Take Tenchi Nage for example; you can take a sitfall, forward roll, or backward roll off this technique in Aikido. I still have to fall but I have a choice of what kind of fall I take. You have the choice between the three. In most throws that I have experienced Uke has the option to vary their body movement to take different types of falls. My experience at this seminar was that I had no choice -- my body was being manipulated so that I had to take a breakfall from Shiho Nage -- I did not make any decisions my structure was manipulated till I had to fall. I could not take a front roll out of it or slip my hips to take a sitfall. I had to take a breakfall. I know it may sound similar but it's very different. Many of the falls that Gino took were breakfalls; I rarely saw any forward tumbles. The Daito Ryu techniques took place at a very close distance and the uke was dropped not thrown. I think that's a big difference -- vertical drop vs. horizontal throw.
There was also a difference in kuzushi -- In my experience it seemed easier for uke to regain their balance from a botched Aikido technique than from a botched Daito Ryu technique. It seems that it's easier to break connection with Nage in Aikido than Tori in Daito Ryu. Once I was locked in/connected to Goldberg Sensei -- it was all over -- no deciding just waiting for the drop. I have worked with many beginners what will turn away and not continue to attack once you tenkan -- they have the choice to continue to follow.
I hope this helps.
Thanks for the great description of the event. I think that you captured all of the key aspects that made it a wonderful experience. I would like throw (pardon the pun) my support behind what you said about the throws and falls. It is hard to understand this without feeling it, but you are exactly right that Goldberg Sensei made it practically impossible for uke to do anything but take the fall (almost always a break fall) in a very specific way. In some cases, I think that a useful analogy might be taken from judo. If someone is doing a major hip throw on you and they've got you off balance, on your toes, and sitting on their hip, you don't have much choice about what to do next. That's what the aiki-jutsu felt like, except with aikido-like techniques. Goldbert would take your balance immediately and then manipulate your body (focusing on your center of course) so that you had to take a very fast breakfall or else risk serious injury. Many of the falls were literally done right over your feet with little horizontal movement. It was amazing to watch and even better to feel (albeit a bit scary at first). Goldberg also showed aiki-jutsu varients of things like yanko and kotegeishe (forgive the spelling) that he felt were more effective than the aikido versions. Although I'm loathe to make judgments on such things, I'd have to agree that his approach seemed extremely effective.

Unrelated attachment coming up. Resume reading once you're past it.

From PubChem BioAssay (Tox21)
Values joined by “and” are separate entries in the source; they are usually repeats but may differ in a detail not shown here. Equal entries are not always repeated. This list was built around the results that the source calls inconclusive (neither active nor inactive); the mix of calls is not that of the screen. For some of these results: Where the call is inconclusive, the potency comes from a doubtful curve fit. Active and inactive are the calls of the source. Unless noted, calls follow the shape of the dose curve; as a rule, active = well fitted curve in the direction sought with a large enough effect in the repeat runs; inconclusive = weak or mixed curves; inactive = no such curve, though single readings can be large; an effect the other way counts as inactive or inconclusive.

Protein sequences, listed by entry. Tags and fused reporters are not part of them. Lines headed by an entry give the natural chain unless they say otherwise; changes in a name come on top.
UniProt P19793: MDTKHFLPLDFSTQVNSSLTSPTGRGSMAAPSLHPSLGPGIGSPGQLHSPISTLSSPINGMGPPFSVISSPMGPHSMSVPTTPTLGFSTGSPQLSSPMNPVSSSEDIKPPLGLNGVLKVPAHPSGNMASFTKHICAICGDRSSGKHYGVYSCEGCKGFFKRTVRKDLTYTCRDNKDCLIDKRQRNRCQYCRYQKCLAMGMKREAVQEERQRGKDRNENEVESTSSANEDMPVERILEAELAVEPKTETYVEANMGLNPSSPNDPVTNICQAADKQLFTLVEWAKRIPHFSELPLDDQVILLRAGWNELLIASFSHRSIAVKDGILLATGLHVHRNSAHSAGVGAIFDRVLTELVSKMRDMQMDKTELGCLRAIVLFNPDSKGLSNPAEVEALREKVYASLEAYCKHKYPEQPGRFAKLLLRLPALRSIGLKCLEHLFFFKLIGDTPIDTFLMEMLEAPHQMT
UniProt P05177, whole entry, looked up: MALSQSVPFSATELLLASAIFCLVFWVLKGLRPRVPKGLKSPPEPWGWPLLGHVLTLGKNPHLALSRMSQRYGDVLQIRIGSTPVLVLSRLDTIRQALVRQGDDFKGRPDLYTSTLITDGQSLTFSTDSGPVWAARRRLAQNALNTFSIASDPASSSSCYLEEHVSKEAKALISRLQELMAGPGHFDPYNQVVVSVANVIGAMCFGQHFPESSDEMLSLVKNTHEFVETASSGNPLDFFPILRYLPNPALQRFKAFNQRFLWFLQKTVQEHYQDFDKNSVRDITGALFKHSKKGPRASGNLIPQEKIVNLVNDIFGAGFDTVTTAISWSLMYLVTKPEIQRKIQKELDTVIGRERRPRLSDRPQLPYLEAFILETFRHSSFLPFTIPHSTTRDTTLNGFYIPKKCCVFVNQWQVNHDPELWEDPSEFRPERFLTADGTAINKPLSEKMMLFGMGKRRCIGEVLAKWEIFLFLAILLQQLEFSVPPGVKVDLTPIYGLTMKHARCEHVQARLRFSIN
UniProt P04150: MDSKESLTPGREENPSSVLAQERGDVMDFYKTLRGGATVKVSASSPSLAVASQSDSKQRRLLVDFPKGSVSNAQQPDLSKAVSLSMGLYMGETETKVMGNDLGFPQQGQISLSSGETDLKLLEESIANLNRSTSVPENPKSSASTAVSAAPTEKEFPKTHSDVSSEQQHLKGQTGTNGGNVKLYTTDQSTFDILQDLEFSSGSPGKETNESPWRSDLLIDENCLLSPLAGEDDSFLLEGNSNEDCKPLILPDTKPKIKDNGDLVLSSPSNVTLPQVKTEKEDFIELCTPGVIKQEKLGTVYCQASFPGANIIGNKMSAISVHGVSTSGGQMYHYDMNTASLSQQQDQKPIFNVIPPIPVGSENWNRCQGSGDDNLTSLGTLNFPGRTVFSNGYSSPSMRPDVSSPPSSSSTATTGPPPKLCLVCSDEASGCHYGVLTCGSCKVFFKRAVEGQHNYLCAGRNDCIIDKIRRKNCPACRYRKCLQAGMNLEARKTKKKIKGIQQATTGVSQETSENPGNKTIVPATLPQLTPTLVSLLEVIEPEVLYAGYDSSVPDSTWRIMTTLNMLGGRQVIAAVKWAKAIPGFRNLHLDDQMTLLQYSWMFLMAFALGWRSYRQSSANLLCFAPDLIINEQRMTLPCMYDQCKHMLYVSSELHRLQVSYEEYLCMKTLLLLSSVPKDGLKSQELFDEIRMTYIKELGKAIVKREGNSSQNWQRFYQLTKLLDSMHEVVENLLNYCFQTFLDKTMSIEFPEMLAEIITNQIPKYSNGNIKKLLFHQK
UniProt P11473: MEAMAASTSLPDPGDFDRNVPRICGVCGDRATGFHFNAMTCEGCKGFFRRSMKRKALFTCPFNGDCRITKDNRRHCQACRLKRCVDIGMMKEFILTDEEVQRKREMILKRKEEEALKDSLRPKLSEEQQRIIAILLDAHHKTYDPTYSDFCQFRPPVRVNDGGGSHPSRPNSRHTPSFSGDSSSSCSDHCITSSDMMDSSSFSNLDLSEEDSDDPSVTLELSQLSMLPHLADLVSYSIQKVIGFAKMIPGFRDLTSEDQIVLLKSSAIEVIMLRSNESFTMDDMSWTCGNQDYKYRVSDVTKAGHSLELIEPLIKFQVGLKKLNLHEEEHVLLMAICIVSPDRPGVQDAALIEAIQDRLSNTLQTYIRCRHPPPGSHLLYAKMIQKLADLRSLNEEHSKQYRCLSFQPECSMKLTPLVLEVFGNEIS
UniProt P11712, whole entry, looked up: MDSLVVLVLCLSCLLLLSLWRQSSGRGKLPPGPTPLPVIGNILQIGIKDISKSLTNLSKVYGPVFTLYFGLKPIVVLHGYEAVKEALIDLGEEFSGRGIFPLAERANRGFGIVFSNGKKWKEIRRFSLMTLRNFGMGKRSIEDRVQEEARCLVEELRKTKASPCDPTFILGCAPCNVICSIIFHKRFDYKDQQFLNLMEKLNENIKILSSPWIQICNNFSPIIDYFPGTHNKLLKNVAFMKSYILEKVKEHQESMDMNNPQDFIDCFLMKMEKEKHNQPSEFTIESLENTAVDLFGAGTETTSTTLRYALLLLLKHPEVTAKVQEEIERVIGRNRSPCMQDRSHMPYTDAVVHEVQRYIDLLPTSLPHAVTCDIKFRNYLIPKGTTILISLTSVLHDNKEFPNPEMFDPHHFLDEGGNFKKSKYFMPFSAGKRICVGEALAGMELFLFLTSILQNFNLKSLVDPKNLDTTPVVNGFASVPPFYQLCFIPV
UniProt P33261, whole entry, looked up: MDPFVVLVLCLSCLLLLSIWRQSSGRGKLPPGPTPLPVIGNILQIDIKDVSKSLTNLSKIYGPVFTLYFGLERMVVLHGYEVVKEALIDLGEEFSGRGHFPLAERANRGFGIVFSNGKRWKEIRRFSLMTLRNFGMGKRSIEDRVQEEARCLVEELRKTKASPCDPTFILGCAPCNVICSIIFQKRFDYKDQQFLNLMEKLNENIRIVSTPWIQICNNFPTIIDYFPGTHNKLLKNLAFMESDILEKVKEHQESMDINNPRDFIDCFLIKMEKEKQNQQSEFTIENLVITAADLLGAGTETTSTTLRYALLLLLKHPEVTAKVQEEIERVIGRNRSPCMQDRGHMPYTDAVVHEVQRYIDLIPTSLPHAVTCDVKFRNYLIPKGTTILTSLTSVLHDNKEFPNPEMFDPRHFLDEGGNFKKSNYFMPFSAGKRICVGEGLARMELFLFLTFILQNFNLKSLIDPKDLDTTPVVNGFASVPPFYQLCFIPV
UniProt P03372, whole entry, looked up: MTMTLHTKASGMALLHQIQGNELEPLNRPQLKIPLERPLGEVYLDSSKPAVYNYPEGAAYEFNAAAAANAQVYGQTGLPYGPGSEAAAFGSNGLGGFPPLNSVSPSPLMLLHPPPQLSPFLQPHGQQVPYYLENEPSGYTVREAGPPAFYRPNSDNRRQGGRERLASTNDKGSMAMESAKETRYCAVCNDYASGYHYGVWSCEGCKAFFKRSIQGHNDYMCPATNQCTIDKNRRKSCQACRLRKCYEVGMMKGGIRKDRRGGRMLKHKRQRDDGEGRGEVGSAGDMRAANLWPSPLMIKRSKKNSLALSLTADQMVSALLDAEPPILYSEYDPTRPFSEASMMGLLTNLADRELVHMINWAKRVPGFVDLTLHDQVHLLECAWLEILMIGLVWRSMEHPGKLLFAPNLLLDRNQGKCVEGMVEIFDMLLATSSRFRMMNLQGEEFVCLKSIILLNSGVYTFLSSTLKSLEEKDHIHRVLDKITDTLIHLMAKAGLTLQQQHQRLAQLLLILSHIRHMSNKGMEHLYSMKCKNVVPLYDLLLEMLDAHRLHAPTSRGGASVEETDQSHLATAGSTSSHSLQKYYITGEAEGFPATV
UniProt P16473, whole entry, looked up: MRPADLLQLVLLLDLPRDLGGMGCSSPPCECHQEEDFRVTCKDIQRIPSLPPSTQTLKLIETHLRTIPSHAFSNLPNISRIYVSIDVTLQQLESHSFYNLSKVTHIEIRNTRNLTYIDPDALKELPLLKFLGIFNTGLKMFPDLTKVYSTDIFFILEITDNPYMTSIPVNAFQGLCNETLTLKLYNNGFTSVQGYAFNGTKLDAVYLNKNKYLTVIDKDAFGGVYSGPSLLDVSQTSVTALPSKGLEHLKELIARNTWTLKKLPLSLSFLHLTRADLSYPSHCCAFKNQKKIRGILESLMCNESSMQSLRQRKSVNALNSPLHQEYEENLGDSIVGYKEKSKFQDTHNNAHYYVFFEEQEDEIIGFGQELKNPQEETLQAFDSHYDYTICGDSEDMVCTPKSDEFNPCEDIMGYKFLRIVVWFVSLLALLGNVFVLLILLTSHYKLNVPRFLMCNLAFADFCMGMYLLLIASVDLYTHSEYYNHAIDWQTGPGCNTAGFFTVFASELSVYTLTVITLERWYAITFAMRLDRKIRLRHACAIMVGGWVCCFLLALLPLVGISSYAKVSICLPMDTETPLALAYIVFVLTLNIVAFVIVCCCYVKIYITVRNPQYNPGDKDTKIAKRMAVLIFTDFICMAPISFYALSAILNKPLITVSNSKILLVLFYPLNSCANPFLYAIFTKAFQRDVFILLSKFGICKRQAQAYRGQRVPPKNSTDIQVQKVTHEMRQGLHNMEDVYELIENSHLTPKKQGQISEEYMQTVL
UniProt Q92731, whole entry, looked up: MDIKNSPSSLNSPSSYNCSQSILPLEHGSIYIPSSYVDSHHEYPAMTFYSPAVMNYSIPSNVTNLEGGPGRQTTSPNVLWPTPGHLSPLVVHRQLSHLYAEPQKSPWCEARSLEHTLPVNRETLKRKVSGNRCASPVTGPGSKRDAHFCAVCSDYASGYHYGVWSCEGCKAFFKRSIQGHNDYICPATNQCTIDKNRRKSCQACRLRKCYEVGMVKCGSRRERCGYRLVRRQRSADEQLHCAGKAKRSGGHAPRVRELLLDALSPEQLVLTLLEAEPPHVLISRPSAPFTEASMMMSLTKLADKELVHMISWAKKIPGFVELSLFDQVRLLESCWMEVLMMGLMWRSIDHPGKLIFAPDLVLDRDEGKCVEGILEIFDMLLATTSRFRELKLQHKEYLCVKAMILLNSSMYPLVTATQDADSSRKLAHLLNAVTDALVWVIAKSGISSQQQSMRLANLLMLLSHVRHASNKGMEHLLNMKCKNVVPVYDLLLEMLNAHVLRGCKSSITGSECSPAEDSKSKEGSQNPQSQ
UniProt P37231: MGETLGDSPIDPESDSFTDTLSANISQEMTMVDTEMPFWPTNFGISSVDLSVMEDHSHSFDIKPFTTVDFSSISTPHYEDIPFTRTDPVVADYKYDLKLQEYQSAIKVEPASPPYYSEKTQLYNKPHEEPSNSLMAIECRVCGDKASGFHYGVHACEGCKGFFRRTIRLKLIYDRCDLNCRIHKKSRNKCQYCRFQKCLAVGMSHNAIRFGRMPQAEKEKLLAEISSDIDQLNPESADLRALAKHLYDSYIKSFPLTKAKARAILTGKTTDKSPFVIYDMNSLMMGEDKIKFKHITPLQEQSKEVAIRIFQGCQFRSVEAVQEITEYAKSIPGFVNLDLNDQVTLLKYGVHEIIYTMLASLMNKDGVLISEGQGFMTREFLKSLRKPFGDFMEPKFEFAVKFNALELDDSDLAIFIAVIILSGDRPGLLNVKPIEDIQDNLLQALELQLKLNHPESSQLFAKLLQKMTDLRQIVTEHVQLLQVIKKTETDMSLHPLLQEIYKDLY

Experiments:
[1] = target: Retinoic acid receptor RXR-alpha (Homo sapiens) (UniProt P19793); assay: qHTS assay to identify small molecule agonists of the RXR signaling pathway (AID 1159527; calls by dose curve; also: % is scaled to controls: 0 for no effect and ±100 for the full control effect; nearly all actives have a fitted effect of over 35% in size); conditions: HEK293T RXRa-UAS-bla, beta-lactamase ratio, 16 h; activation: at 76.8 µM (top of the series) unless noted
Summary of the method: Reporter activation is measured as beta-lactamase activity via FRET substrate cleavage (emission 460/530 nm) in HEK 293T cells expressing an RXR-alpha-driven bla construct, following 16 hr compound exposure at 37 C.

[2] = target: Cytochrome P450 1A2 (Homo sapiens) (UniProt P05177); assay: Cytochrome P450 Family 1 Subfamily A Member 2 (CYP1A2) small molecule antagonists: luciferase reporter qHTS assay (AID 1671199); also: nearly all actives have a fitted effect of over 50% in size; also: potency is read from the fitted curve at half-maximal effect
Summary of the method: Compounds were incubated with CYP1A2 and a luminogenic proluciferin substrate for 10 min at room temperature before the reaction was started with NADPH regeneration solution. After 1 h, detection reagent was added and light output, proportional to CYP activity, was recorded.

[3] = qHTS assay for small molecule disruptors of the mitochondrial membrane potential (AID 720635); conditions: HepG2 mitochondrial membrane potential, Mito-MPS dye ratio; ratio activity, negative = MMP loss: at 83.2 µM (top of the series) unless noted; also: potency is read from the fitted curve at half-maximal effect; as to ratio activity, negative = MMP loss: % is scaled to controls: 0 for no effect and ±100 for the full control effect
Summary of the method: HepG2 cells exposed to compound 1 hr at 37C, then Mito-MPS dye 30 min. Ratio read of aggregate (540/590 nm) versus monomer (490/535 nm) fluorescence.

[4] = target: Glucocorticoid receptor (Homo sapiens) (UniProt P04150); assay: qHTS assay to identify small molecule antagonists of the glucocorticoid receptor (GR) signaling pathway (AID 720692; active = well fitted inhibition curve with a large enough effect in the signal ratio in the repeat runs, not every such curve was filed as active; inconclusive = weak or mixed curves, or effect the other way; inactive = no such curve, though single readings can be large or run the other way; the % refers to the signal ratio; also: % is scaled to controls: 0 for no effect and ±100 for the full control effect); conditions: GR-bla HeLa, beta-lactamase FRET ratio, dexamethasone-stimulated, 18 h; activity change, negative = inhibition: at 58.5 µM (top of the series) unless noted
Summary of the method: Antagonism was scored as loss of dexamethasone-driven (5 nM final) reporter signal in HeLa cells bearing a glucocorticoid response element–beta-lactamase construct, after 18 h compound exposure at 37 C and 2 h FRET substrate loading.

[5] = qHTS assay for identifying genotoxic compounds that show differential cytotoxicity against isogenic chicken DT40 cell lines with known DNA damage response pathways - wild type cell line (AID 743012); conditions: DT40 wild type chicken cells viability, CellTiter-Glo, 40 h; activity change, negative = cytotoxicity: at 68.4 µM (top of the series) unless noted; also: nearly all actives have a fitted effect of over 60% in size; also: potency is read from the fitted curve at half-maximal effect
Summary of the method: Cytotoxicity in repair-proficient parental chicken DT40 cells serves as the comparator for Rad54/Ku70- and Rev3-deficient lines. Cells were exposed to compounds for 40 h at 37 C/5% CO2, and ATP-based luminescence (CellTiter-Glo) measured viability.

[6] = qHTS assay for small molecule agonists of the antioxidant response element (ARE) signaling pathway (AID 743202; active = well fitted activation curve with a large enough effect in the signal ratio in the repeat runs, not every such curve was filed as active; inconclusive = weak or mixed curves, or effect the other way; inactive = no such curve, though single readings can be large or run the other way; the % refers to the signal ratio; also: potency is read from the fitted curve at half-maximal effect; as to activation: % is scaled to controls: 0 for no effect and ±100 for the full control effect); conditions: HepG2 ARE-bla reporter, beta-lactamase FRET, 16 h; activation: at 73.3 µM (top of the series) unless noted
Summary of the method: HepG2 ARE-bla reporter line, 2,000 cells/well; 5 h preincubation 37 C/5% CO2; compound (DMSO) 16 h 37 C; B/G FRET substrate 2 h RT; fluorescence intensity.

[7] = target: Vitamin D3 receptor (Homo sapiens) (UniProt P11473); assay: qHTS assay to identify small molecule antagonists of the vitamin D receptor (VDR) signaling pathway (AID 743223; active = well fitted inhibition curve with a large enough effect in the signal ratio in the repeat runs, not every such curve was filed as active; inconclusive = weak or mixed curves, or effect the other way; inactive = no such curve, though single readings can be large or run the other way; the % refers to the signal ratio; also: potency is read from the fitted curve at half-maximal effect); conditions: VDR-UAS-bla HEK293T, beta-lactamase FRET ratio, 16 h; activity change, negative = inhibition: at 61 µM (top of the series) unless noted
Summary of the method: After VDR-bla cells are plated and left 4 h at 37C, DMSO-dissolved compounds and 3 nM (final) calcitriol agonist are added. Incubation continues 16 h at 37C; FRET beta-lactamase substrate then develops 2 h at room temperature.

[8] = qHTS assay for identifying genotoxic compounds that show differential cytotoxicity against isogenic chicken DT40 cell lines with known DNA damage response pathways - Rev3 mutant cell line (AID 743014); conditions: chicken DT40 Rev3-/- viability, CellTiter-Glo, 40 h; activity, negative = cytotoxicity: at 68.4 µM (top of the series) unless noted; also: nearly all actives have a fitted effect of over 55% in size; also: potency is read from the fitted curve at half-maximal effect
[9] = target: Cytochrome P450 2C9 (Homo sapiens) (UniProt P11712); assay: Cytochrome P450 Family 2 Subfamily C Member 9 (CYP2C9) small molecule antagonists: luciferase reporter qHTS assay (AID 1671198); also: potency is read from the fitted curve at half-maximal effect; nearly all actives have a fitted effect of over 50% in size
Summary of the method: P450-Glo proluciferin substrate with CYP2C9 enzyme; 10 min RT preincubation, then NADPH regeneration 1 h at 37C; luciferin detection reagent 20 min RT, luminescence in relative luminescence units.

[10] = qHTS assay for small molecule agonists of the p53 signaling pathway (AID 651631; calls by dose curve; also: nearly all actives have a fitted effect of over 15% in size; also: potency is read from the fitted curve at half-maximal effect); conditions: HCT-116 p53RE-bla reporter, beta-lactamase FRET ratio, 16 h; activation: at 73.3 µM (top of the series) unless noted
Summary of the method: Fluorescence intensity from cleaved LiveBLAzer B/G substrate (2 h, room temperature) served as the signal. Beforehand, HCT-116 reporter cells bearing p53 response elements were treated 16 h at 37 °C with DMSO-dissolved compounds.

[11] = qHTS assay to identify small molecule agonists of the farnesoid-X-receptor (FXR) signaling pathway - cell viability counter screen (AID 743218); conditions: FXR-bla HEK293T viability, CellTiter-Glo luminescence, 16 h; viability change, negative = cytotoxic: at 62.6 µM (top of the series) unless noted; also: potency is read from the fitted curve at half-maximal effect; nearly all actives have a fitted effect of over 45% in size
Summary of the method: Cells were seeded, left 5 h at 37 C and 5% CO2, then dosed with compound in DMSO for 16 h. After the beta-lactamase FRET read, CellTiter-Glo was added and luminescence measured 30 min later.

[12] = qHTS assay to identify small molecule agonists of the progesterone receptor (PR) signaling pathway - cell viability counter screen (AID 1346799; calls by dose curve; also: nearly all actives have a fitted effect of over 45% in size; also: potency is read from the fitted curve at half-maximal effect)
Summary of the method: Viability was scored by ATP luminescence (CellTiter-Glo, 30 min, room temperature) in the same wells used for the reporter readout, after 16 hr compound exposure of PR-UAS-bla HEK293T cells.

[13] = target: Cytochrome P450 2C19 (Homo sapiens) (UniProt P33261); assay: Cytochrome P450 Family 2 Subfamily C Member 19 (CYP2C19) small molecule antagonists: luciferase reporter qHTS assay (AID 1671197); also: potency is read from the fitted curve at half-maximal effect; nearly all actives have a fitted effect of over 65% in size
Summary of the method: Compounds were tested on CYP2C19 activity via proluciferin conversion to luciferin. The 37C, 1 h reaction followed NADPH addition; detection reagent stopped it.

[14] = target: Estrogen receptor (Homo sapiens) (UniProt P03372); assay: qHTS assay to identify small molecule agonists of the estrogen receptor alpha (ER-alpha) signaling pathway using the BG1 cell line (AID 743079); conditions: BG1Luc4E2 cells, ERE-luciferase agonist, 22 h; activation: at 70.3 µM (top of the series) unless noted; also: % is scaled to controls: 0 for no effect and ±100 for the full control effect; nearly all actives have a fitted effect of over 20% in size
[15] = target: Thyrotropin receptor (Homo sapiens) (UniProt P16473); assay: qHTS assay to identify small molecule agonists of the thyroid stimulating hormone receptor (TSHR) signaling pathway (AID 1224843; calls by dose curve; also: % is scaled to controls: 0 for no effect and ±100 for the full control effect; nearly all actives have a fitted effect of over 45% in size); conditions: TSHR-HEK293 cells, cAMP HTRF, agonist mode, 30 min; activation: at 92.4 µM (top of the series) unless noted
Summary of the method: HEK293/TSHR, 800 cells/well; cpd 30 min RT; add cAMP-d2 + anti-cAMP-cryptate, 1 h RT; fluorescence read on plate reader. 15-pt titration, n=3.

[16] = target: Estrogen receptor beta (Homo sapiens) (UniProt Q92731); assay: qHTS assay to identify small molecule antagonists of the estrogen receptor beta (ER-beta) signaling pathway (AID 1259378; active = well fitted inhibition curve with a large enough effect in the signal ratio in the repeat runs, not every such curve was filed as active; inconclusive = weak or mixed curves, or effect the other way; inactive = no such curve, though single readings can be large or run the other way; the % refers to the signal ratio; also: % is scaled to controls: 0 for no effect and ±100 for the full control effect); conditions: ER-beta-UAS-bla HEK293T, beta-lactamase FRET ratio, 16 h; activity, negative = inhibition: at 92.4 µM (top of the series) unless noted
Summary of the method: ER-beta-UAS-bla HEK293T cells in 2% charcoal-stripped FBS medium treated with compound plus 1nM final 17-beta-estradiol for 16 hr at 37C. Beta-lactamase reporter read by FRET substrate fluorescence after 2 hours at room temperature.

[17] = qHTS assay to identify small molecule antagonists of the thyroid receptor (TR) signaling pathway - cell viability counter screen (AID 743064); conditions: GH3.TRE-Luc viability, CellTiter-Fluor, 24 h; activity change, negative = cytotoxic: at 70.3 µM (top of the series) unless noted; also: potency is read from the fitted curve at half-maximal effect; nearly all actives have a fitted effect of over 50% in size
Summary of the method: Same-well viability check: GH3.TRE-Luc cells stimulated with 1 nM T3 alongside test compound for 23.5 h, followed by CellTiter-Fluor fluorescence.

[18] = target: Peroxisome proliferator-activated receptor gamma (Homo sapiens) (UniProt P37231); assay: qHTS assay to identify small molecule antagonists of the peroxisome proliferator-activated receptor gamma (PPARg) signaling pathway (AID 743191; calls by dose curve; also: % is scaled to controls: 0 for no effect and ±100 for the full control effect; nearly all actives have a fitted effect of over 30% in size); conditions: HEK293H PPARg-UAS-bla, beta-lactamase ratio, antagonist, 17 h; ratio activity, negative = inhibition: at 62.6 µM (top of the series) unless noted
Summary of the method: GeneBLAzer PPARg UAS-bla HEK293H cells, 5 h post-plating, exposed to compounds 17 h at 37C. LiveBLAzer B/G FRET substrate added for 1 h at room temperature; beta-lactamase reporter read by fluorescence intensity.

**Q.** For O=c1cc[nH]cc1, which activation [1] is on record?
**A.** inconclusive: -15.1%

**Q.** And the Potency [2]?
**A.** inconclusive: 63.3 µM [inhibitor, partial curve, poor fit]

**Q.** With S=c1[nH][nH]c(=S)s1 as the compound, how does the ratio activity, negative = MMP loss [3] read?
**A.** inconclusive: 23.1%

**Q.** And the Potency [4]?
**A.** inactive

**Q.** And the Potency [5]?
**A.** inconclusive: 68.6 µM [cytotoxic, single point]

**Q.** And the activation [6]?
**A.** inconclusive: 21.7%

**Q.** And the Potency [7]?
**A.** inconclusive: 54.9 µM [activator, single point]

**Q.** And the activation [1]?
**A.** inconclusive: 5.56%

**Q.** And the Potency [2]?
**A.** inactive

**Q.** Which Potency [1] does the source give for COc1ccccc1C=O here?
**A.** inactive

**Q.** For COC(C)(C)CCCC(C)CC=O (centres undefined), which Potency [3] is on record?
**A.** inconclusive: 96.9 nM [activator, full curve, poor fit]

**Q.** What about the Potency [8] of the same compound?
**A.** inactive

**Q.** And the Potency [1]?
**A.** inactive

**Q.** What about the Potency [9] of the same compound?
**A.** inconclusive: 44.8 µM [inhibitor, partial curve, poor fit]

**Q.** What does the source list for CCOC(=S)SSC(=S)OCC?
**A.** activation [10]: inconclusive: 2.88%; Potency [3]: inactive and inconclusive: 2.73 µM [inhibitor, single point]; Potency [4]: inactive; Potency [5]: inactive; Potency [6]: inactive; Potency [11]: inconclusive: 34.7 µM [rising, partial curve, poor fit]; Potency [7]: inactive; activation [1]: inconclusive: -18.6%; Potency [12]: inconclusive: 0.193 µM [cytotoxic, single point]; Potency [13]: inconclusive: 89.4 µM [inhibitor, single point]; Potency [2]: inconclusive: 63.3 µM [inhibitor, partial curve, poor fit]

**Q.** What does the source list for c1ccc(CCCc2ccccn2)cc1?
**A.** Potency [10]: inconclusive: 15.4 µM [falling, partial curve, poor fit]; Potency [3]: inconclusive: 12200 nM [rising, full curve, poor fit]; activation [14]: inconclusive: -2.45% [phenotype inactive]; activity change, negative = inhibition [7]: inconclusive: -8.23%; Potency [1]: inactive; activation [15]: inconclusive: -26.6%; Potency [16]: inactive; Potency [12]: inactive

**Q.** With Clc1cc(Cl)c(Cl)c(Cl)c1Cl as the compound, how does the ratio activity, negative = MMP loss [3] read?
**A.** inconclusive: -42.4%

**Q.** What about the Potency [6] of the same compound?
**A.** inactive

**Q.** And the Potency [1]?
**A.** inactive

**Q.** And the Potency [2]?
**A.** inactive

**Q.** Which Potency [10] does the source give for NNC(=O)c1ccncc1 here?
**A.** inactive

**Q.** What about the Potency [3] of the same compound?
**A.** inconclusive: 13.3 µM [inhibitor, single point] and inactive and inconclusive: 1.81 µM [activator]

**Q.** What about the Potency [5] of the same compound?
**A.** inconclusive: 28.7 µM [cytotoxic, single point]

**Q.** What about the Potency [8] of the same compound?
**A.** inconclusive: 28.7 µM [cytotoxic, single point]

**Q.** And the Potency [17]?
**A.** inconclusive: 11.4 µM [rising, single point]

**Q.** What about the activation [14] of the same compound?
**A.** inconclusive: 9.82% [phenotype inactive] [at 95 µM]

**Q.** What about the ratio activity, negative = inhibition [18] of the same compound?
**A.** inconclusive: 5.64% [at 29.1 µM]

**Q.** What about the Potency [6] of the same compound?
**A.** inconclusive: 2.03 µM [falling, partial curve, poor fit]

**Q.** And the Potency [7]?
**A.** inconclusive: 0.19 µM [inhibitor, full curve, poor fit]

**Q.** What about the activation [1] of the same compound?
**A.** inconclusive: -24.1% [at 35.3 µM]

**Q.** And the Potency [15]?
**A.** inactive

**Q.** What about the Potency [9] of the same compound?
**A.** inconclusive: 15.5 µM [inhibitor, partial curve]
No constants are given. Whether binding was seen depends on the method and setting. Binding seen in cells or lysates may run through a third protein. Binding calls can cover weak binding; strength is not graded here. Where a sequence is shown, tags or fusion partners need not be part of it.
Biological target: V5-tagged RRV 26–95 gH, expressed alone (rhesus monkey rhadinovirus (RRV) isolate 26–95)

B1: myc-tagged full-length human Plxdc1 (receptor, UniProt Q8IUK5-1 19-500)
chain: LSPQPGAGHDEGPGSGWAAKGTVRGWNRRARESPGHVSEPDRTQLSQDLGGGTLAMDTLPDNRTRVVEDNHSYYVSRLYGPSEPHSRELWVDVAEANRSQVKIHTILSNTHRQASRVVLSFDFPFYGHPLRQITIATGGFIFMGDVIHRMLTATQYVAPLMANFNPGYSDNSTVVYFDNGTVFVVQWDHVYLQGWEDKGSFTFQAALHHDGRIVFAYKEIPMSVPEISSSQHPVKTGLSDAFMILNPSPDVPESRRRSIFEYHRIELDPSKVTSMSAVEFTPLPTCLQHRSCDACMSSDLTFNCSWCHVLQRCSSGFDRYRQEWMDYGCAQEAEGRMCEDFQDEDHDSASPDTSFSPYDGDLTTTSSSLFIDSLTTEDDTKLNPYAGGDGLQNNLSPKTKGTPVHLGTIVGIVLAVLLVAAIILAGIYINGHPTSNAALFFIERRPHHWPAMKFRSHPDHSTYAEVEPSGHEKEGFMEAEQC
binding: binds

If any of you have a chance to work with Goldberg Sensei, I highly recommend it.